By 1996 I needed further cervical surgery and in 1999 further lumber surgery. I have to agree with the primary care they suggest you have but unfortunately for some, all the treatment in the world will not sort the pain out unless you have surgery. I am sure like me anyone who has undertaken spinal surgery did not have it done unless it was very necessary. I was told I could not even pick up my young daughter as there was a risk of paralysis because the disc was in such a mess.

I do agree however that spinal surgery is not a quick fix and further problems were partly due to my initial surgeries but the only other option I was given was to have a plate inserted in my back from top to bottom.

With so many people, around 540 million people at any given time, suffering from back pain it is obvious that it is a very serious health problem to deal with.

Maybe some form of education about this should be introduced at school so children know from a very early age how to sit correctly (deportment was a factor when I was at school) and how to pick up and carry items, how to keep fit and watch their weight in order to avoid spinal problems in their adulthood.



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Action for ME is a UK charity which helps support and helps make a difference to people suffering from M.E.

What is ME ? – ‘Myalgic Encephalomyelitis (M.E.) is a long-term (chronic), fluctuating, neurological condition that causes symptoms affecting many body systems, more commonly the nervous and immune systems. M.E. affects an estimated 250,000 people in the UK, and around 17 million people worldwide.

People with M.E. experience severe, persistent fatigue associated with post-exertional malaise, the body’s inability to recover after expending even small amounts of energy, leading to a flare-up in symptoms.

Not everyone will experience the exact same symptoms so it’s important not to compare someone who has M.E. to another person who has the illness. People with M.E. can vary enormously in their experience of the illness, and also how long their symptoms last. Some make good progress and may recover, while others can remain ill for a number of years and may not get better. Some people find that they don’t go back completely to the way they felt before they became ill, but they do recover sufficiently to lead happy and fulfilling lives. This is similar to many other chronic illnesses.’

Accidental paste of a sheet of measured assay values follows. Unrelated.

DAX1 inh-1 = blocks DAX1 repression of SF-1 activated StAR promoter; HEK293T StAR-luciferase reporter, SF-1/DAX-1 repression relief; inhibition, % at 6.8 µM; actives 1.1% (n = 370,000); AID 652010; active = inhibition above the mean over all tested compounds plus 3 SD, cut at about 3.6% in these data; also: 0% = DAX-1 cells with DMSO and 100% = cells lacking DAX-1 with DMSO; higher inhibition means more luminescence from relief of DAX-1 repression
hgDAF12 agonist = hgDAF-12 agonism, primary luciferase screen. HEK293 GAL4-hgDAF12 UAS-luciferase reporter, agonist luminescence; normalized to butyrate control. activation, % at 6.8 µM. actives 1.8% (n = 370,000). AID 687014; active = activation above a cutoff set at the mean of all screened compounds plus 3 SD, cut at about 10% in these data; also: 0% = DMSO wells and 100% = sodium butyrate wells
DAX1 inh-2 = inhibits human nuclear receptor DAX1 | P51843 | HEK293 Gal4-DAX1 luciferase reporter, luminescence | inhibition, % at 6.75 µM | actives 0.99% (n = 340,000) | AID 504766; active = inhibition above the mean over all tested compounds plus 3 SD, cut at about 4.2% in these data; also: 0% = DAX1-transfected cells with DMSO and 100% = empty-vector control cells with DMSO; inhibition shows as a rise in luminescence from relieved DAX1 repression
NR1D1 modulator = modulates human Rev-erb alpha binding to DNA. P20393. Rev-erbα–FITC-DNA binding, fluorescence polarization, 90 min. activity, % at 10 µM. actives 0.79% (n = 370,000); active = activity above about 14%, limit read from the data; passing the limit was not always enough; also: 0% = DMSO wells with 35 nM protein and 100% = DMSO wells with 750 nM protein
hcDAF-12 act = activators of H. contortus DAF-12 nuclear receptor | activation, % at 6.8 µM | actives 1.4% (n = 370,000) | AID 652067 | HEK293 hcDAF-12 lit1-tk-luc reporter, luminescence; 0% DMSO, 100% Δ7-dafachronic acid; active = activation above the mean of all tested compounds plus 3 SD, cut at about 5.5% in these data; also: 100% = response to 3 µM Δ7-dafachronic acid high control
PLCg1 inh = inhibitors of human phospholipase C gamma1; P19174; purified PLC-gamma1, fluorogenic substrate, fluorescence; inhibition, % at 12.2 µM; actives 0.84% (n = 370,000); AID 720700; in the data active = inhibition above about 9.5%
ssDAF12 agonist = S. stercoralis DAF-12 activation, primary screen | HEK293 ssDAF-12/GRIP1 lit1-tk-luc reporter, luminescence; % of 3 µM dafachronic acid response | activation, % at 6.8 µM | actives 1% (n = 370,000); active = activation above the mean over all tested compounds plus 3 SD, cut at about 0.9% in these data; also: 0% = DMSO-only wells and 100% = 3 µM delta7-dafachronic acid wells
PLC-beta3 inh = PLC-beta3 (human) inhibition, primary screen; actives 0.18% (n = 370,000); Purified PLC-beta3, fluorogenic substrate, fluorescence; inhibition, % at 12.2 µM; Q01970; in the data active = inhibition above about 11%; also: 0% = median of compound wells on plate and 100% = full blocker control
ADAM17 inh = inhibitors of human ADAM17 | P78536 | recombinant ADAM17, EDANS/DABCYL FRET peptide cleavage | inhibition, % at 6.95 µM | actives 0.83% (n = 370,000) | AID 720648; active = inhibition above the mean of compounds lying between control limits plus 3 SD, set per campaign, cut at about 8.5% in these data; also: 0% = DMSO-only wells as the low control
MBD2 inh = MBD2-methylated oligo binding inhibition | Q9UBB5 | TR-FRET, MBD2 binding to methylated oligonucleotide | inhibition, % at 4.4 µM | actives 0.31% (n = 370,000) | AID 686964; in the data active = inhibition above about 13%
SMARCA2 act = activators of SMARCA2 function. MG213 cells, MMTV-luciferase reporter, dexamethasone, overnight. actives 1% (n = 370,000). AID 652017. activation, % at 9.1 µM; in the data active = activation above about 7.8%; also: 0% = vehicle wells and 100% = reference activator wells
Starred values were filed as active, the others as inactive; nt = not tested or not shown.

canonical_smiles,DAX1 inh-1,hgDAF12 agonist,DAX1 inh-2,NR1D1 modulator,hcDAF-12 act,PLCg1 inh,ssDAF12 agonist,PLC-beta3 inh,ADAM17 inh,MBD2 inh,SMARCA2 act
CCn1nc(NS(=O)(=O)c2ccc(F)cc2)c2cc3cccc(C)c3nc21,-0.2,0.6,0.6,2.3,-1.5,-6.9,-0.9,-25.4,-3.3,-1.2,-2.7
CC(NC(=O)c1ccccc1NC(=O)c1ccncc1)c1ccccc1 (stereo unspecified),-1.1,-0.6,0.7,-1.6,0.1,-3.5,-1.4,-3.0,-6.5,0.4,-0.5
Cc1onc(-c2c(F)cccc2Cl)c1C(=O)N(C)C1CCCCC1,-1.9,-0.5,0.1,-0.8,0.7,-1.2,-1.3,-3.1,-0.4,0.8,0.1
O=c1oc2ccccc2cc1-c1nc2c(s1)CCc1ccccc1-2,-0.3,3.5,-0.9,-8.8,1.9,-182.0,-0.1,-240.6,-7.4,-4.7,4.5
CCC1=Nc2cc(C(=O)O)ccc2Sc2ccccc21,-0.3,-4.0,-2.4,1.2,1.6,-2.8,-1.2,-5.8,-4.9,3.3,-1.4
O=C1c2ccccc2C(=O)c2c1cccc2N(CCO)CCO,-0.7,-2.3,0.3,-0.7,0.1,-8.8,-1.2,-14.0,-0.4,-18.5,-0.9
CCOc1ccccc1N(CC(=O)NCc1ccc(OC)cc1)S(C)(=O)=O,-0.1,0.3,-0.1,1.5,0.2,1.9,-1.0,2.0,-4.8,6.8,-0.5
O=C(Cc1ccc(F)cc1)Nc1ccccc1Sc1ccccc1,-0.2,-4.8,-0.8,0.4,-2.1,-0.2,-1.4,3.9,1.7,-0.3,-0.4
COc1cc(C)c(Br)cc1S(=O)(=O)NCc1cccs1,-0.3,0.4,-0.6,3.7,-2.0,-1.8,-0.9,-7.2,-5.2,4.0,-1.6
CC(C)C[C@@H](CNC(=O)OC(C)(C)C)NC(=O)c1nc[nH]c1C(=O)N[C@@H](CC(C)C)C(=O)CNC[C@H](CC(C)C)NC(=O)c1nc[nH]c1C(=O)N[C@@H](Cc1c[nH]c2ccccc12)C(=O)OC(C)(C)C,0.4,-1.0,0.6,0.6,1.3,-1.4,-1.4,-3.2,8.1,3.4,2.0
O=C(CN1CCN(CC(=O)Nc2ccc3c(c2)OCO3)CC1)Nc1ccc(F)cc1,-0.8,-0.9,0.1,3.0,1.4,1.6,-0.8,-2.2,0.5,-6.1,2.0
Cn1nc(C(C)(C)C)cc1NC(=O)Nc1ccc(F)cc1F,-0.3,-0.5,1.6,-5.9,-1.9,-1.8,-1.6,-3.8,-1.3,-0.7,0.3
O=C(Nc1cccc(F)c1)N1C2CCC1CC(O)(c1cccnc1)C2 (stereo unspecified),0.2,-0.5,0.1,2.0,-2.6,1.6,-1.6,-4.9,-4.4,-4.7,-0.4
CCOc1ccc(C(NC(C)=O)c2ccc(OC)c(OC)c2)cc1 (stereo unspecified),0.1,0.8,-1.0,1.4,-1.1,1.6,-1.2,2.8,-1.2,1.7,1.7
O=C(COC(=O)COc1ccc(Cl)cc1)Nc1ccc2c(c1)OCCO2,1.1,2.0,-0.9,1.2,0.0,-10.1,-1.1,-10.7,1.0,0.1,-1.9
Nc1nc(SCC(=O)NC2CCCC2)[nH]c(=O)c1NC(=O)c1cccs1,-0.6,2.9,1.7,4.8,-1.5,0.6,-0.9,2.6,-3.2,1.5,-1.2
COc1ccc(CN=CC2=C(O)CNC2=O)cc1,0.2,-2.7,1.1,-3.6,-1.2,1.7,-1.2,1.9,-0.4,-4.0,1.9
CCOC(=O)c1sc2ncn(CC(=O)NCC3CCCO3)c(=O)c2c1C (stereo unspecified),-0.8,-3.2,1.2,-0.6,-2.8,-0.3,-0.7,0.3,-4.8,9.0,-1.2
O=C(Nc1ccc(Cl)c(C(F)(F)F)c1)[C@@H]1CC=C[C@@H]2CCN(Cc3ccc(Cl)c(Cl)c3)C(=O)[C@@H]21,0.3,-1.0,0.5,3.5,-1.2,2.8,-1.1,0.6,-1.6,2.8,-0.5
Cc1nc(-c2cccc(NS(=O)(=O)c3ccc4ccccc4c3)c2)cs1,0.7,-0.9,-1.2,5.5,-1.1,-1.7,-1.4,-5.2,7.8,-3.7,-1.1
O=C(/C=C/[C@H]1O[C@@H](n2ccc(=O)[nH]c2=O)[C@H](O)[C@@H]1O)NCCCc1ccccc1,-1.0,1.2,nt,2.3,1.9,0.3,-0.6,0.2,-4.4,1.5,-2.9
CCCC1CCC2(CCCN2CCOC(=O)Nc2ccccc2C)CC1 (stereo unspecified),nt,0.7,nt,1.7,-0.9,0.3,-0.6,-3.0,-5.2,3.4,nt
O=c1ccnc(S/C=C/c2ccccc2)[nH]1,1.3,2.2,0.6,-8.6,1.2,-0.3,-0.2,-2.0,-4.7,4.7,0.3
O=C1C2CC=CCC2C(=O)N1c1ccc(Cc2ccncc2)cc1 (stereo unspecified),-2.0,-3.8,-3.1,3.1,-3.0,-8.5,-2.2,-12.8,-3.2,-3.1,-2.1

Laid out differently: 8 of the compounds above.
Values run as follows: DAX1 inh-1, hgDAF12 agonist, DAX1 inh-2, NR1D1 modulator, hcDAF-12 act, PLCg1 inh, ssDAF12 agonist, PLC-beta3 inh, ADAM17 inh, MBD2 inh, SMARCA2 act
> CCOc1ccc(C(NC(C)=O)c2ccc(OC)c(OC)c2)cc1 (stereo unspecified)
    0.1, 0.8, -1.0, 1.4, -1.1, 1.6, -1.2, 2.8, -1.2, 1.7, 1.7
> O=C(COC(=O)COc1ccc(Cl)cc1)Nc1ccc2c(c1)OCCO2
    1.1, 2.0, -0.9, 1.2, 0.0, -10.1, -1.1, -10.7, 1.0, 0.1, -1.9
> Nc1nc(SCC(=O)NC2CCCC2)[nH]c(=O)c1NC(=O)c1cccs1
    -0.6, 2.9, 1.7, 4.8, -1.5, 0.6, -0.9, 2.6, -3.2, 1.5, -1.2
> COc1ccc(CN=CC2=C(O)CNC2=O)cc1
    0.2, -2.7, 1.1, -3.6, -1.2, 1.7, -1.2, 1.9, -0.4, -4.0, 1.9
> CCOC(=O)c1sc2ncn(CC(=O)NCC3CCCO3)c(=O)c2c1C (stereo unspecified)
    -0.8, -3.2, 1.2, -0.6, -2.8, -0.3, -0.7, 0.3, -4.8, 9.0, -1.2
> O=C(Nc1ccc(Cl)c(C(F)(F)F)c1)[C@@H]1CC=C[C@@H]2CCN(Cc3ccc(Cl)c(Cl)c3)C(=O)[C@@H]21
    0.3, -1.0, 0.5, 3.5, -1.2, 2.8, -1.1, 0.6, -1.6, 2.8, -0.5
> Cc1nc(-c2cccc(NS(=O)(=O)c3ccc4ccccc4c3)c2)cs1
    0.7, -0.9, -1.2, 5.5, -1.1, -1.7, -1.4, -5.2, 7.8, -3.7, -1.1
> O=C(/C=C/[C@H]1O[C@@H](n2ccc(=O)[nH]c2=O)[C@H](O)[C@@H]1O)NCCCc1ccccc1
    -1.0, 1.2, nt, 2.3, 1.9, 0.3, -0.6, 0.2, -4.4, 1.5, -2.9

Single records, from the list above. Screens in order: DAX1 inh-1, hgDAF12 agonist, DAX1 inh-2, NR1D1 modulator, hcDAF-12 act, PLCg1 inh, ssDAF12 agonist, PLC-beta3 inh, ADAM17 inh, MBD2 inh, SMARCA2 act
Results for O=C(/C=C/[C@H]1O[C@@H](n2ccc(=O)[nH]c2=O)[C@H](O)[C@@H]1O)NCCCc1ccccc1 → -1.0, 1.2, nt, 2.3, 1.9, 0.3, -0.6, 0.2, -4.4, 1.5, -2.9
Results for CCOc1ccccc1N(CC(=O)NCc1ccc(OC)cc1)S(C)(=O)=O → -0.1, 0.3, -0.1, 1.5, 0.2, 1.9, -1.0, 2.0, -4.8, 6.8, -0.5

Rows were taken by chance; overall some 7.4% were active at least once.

Fibromyalgia sufferers understand what it’s like to suffer from chronic fatigue but M.E sufferers experience this in a much bigger way, a way which most people could not comprehend.  Several descriptions of illness resembling those of M.E and chronic fatigue syndrome have been reported for at least two hundred years but they say that ‘a lack of understanding and awareness about M.E. means patients can experience disbelief, and even discrimination, from friends, family, health and social care professionals and employers.’ Sounds familiar?

Fibromyalgia, CFS, and M.E all seem to have a similar pattern of not being accepted as a genuine condition or people suffering without a diagnosis. The only way to raise awareness of these conditions if for sufferers and carers to highlight the plight they are in. Action for M.E is just one of those charities trying to raise awareness of the condition. They take action to end the ignorance, injustice, and neglect faced by people with M.E. They do that by helping to improve the lives of people with M.E.  while taking action to secure change for the future. Read more about this in their 2016-2021 strategy.